Ricotta

Ricotta is usually made as a by-product of cheesemaking, but it can also be made as a means to an end. Homemade ricotta is an easy way to add from-scratch value to your late-spring menu. Try this easy recipe that requires only fresh dairy, a thermometer, cheesecloth, and no more time than peeling potatoes.

Photo by Vikki A.

PREP TIME

--

minutes

TOTAL TIME

--

minutes

SERVINGS

3

cups

PREP TIME

--

minutes

TOTAL TIME

--

minutes

SERVINGS

3

servings

Ingredients

  • 1

    gallon Whole or 2% milk

  • 5

    cups Wole, low-fat, or nonfat buttermilk

  • sea salt to taste

Directions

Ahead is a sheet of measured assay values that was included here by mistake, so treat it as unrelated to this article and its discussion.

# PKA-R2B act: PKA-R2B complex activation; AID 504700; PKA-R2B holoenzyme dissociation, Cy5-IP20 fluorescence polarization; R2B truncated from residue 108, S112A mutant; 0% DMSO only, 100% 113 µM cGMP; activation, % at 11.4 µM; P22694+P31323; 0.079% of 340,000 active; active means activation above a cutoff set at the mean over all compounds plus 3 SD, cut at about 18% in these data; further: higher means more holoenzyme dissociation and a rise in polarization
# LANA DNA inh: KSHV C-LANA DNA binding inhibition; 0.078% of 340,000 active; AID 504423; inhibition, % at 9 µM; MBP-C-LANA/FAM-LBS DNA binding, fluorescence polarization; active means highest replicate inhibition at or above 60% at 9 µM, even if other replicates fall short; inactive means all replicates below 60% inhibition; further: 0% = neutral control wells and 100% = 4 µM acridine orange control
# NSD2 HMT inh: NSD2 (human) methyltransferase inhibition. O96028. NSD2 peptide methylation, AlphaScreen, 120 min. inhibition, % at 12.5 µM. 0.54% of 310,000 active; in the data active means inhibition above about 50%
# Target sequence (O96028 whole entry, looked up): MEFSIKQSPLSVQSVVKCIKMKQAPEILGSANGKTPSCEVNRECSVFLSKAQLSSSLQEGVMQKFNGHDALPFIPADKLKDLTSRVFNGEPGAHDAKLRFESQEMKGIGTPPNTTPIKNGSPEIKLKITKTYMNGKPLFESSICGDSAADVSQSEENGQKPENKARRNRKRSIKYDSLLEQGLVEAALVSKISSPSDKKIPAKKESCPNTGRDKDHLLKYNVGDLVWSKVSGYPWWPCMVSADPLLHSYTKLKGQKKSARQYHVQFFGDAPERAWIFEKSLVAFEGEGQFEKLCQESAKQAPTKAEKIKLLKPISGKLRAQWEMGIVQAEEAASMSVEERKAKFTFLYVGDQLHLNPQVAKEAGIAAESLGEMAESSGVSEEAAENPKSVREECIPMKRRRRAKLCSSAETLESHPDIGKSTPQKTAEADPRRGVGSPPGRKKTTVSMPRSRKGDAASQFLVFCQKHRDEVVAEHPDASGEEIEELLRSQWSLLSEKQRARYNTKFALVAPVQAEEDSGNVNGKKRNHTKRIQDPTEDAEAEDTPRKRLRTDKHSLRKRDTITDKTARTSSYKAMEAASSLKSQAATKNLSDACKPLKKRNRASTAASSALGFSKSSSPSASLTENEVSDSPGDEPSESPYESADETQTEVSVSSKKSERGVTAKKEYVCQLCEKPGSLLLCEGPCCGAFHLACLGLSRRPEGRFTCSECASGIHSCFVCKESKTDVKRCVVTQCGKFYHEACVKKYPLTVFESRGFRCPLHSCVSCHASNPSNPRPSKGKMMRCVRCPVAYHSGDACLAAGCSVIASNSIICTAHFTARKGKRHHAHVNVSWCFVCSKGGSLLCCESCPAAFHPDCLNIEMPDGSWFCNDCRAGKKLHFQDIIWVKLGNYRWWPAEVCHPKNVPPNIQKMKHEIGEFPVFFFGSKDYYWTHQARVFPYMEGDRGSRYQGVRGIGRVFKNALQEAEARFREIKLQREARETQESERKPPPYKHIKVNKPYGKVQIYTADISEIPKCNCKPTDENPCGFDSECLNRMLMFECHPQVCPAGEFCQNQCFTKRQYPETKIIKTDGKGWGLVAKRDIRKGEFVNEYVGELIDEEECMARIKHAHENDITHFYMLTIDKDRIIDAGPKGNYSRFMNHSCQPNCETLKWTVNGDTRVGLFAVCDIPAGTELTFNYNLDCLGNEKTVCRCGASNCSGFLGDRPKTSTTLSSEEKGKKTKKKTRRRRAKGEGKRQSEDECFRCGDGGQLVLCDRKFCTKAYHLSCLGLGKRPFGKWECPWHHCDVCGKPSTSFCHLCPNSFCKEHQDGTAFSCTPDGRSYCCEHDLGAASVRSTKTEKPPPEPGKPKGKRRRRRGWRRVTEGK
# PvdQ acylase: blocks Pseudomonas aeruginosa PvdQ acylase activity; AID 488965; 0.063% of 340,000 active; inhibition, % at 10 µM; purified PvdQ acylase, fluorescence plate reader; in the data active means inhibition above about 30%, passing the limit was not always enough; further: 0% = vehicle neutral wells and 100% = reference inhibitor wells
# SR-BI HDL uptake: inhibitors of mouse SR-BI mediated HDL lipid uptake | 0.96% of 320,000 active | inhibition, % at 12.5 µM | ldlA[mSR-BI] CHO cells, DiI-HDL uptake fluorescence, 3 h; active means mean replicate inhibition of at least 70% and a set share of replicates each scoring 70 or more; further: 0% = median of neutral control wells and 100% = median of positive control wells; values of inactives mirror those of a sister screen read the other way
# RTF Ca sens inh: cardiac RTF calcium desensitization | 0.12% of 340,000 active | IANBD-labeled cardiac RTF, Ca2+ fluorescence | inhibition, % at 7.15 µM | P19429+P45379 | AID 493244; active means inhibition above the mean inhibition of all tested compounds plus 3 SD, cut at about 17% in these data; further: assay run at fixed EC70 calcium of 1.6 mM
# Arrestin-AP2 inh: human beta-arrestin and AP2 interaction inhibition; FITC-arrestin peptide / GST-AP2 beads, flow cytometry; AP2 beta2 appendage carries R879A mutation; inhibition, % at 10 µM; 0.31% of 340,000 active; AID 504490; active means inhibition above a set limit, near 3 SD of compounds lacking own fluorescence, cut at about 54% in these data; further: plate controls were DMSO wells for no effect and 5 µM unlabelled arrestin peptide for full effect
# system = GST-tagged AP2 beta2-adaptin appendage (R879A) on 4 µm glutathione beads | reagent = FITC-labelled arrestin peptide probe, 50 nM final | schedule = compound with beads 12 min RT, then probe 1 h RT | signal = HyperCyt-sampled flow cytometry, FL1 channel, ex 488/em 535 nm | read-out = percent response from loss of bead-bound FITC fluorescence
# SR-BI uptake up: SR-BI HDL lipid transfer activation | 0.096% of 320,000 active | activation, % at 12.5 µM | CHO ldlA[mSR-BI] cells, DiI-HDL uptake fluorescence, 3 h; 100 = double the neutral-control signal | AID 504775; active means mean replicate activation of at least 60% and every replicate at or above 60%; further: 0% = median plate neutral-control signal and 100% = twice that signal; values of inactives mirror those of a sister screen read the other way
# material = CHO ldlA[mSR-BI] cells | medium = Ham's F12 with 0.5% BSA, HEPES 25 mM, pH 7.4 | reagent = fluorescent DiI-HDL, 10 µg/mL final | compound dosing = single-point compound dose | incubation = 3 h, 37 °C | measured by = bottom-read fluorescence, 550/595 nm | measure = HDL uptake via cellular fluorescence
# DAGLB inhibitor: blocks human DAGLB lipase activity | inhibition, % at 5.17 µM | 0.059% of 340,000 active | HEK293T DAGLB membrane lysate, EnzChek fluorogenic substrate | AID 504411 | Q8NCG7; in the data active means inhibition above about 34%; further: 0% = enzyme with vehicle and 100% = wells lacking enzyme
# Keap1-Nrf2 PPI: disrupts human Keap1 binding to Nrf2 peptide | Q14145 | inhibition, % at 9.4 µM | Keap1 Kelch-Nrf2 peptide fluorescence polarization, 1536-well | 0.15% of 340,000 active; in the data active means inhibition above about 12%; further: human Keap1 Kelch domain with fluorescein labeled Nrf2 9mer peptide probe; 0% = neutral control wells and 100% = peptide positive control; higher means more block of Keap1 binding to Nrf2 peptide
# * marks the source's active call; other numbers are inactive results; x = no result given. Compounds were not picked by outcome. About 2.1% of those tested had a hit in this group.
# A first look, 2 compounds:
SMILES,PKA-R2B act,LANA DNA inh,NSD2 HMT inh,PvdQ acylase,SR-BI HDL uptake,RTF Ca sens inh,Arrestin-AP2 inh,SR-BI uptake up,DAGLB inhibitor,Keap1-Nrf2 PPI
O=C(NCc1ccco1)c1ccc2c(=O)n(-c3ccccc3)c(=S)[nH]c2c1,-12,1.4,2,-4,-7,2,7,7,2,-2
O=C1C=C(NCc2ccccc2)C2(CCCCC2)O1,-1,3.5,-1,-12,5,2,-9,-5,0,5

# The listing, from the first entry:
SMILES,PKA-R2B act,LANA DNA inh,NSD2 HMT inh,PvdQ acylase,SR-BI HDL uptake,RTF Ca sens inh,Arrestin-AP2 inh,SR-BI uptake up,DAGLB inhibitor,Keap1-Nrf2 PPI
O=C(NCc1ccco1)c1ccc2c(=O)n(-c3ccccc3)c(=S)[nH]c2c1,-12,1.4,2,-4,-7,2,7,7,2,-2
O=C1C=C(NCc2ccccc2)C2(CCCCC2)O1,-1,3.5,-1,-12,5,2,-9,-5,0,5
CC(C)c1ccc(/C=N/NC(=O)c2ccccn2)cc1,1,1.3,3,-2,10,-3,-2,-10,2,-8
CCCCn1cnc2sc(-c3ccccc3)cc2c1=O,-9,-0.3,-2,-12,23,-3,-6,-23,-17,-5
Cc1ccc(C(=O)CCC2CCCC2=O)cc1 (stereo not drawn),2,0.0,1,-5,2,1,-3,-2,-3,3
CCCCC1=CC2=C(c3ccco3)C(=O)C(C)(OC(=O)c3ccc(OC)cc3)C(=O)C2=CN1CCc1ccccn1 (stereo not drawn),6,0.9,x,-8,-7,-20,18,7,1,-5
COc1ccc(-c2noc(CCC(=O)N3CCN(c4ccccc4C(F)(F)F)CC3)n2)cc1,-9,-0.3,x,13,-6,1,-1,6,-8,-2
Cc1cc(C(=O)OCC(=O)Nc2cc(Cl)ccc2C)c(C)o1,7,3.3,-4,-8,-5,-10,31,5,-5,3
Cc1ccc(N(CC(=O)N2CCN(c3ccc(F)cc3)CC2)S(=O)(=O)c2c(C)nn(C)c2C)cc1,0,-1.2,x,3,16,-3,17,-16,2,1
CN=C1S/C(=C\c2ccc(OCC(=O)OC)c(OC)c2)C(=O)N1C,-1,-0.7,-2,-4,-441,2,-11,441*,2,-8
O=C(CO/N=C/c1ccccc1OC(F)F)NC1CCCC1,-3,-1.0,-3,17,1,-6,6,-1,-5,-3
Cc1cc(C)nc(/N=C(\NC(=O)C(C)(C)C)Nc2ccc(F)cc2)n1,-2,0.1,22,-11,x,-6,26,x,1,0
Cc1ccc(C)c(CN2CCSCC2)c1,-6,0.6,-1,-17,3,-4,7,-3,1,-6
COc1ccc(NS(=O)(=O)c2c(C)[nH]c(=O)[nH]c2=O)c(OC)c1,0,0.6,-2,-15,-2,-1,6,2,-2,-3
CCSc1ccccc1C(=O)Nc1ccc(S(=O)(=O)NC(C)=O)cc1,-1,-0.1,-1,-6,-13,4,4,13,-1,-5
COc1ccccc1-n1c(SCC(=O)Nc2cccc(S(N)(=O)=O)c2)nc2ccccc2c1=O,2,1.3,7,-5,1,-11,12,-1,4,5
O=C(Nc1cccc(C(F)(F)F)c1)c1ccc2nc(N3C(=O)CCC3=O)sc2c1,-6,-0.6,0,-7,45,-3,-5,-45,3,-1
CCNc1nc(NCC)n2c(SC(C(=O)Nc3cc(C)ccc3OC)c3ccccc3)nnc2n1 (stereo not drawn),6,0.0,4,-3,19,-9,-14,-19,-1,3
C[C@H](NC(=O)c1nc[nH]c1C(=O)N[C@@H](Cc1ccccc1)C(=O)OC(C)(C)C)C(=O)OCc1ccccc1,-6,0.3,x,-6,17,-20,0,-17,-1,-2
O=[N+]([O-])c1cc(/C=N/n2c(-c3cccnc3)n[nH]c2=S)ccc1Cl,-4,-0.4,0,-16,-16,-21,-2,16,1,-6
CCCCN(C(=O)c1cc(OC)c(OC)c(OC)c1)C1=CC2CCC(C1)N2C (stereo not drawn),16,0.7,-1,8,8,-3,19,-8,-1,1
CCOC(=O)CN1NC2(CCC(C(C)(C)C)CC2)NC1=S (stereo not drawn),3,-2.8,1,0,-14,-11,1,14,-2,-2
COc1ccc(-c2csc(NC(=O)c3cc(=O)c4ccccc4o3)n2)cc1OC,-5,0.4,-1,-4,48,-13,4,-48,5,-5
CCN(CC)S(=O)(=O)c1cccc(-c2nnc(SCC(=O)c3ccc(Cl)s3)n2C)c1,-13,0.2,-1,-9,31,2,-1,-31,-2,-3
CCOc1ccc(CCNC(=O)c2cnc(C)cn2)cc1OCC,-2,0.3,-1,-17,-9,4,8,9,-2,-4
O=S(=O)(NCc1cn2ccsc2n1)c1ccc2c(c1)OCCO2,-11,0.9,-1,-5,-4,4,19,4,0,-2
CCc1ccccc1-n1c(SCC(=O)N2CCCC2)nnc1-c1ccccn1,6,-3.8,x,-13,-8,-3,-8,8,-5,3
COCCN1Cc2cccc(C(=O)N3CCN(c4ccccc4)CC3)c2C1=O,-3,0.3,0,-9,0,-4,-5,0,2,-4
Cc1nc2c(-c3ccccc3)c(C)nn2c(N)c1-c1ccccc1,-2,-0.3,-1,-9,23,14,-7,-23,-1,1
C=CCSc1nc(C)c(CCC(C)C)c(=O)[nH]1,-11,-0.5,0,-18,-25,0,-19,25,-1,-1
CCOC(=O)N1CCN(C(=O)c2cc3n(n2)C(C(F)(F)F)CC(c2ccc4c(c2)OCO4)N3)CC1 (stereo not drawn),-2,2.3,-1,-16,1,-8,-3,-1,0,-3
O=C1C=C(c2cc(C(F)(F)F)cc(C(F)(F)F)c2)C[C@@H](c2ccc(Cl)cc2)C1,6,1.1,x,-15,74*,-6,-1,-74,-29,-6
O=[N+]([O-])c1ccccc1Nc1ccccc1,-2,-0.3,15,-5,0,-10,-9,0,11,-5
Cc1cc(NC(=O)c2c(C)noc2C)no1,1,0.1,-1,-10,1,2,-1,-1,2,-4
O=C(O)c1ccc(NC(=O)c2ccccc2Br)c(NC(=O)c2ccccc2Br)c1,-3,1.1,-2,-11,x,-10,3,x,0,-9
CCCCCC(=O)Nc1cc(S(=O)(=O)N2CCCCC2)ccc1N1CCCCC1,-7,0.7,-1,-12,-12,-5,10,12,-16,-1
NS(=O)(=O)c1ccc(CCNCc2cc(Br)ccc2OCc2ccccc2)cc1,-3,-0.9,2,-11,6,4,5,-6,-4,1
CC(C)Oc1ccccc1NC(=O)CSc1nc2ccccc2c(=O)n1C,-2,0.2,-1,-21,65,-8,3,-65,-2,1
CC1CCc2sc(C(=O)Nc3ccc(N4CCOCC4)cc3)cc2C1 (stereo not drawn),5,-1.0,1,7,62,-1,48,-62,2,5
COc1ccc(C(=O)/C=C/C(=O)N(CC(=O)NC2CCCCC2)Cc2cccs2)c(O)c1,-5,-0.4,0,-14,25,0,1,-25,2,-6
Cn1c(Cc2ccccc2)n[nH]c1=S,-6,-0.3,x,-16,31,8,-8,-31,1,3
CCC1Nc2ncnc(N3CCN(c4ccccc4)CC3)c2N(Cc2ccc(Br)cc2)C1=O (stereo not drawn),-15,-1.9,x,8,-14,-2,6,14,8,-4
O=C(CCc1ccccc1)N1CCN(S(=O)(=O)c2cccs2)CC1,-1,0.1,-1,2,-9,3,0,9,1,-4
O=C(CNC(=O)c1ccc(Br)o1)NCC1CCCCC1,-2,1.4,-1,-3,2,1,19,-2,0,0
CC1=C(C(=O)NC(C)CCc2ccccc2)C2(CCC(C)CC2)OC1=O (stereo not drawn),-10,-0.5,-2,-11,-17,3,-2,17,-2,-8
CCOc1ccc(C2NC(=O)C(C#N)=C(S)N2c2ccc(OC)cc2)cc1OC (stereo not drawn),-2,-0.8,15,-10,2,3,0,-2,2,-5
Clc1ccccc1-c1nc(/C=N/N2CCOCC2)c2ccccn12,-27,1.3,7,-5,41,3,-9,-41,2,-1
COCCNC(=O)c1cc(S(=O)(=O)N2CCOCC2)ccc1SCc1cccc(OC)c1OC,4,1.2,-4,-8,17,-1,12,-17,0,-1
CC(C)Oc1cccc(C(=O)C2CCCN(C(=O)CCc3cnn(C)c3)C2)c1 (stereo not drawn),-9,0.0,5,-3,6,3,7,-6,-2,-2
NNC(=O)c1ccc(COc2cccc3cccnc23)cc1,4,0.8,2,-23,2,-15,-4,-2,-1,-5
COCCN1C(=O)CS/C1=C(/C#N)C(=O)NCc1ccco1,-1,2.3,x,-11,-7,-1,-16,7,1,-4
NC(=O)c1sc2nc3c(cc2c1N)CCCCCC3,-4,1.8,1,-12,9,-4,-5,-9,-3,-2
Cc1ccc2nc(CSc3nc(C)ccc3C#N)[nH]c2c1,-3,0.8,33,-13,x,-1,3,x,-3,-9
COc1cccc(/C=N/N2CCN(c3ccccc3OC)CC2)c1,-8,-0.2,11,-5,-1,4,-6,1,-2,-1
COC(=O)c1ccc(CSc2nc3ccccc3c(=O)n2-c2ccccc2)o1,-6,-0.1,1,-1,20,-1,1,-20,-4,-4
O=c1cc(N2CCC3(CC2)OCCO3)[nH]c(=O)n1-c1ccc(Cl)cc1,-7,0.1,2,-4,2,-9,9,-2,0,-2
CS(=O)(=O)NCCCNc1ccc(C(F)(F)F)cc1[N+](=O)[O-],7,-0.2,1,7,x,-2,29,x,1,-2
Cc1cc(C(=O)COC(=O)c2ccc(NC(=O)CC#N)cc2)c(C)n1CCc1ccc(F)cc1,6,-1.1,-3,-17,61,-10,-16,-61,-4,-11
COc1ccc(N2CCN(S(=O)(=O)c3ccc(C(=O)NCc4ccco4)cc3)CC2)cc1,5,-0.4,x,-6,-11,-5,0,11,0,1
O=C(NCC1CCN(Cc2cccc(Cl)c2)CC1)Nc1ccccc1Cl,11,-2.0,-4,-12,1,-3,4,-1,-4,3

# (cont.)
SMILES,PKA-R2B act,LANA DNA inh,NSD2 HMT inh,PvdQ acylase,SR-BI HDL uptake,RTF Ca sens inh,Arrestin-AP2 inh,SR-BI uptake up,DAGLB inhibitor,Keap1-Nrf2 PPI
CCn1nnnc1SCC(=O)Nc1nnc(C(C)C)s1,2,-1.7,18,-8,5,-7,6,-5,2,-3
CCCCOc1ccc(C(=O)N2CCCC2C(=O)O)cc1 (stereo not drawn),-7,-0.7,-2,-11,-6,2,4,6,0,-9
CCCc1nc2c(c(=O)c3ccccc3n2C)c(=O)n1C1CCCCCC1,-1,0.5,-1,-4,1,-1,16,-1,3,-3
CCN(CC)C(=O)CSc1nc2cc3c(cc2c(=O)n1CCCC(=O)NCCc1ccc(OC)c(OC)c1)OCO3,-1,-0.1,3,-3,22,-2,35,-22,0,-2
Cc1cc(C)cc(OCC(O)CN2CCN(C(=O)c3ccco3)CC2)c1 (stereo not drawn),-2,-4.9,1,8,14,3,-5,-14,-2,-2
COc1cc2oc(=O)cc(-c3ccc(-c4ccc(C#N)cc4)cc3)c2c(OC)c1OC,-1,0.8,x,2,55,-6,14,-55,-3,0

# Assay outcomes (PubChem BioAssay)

1. Pour milk and buttermilk into a large, heavy stockpot. Set burner to medium-high heat, and insert a thermometer into milk so it extends about 2 inches. Stir milk mixture occasionally. 2. While mixture is heating, layer cheesecloth in a colander so it is folded over five times. 3. When mixture reaches 170°F, stop stirring. Curds will begin to form. Continue to heat until mixture reaches 190°F. Remove immediately from heat. 4. Gently spoon curds into cheesecloth-lined colander. Allow to drain for a few minutes. For drier product, tie ends of cheesecloth into a bundle and drain until whey stops dripping. Spoon ricotta into a bowl, and add sea salt to taste. There are many ways to customize the cheese for sweet or savory applications. For a log or molded form, season the curds as desired and press them into a mold; after removing, roll the edges in herbs or cracked peppercorns. Create a dessert version by adding fruit purees or honey.

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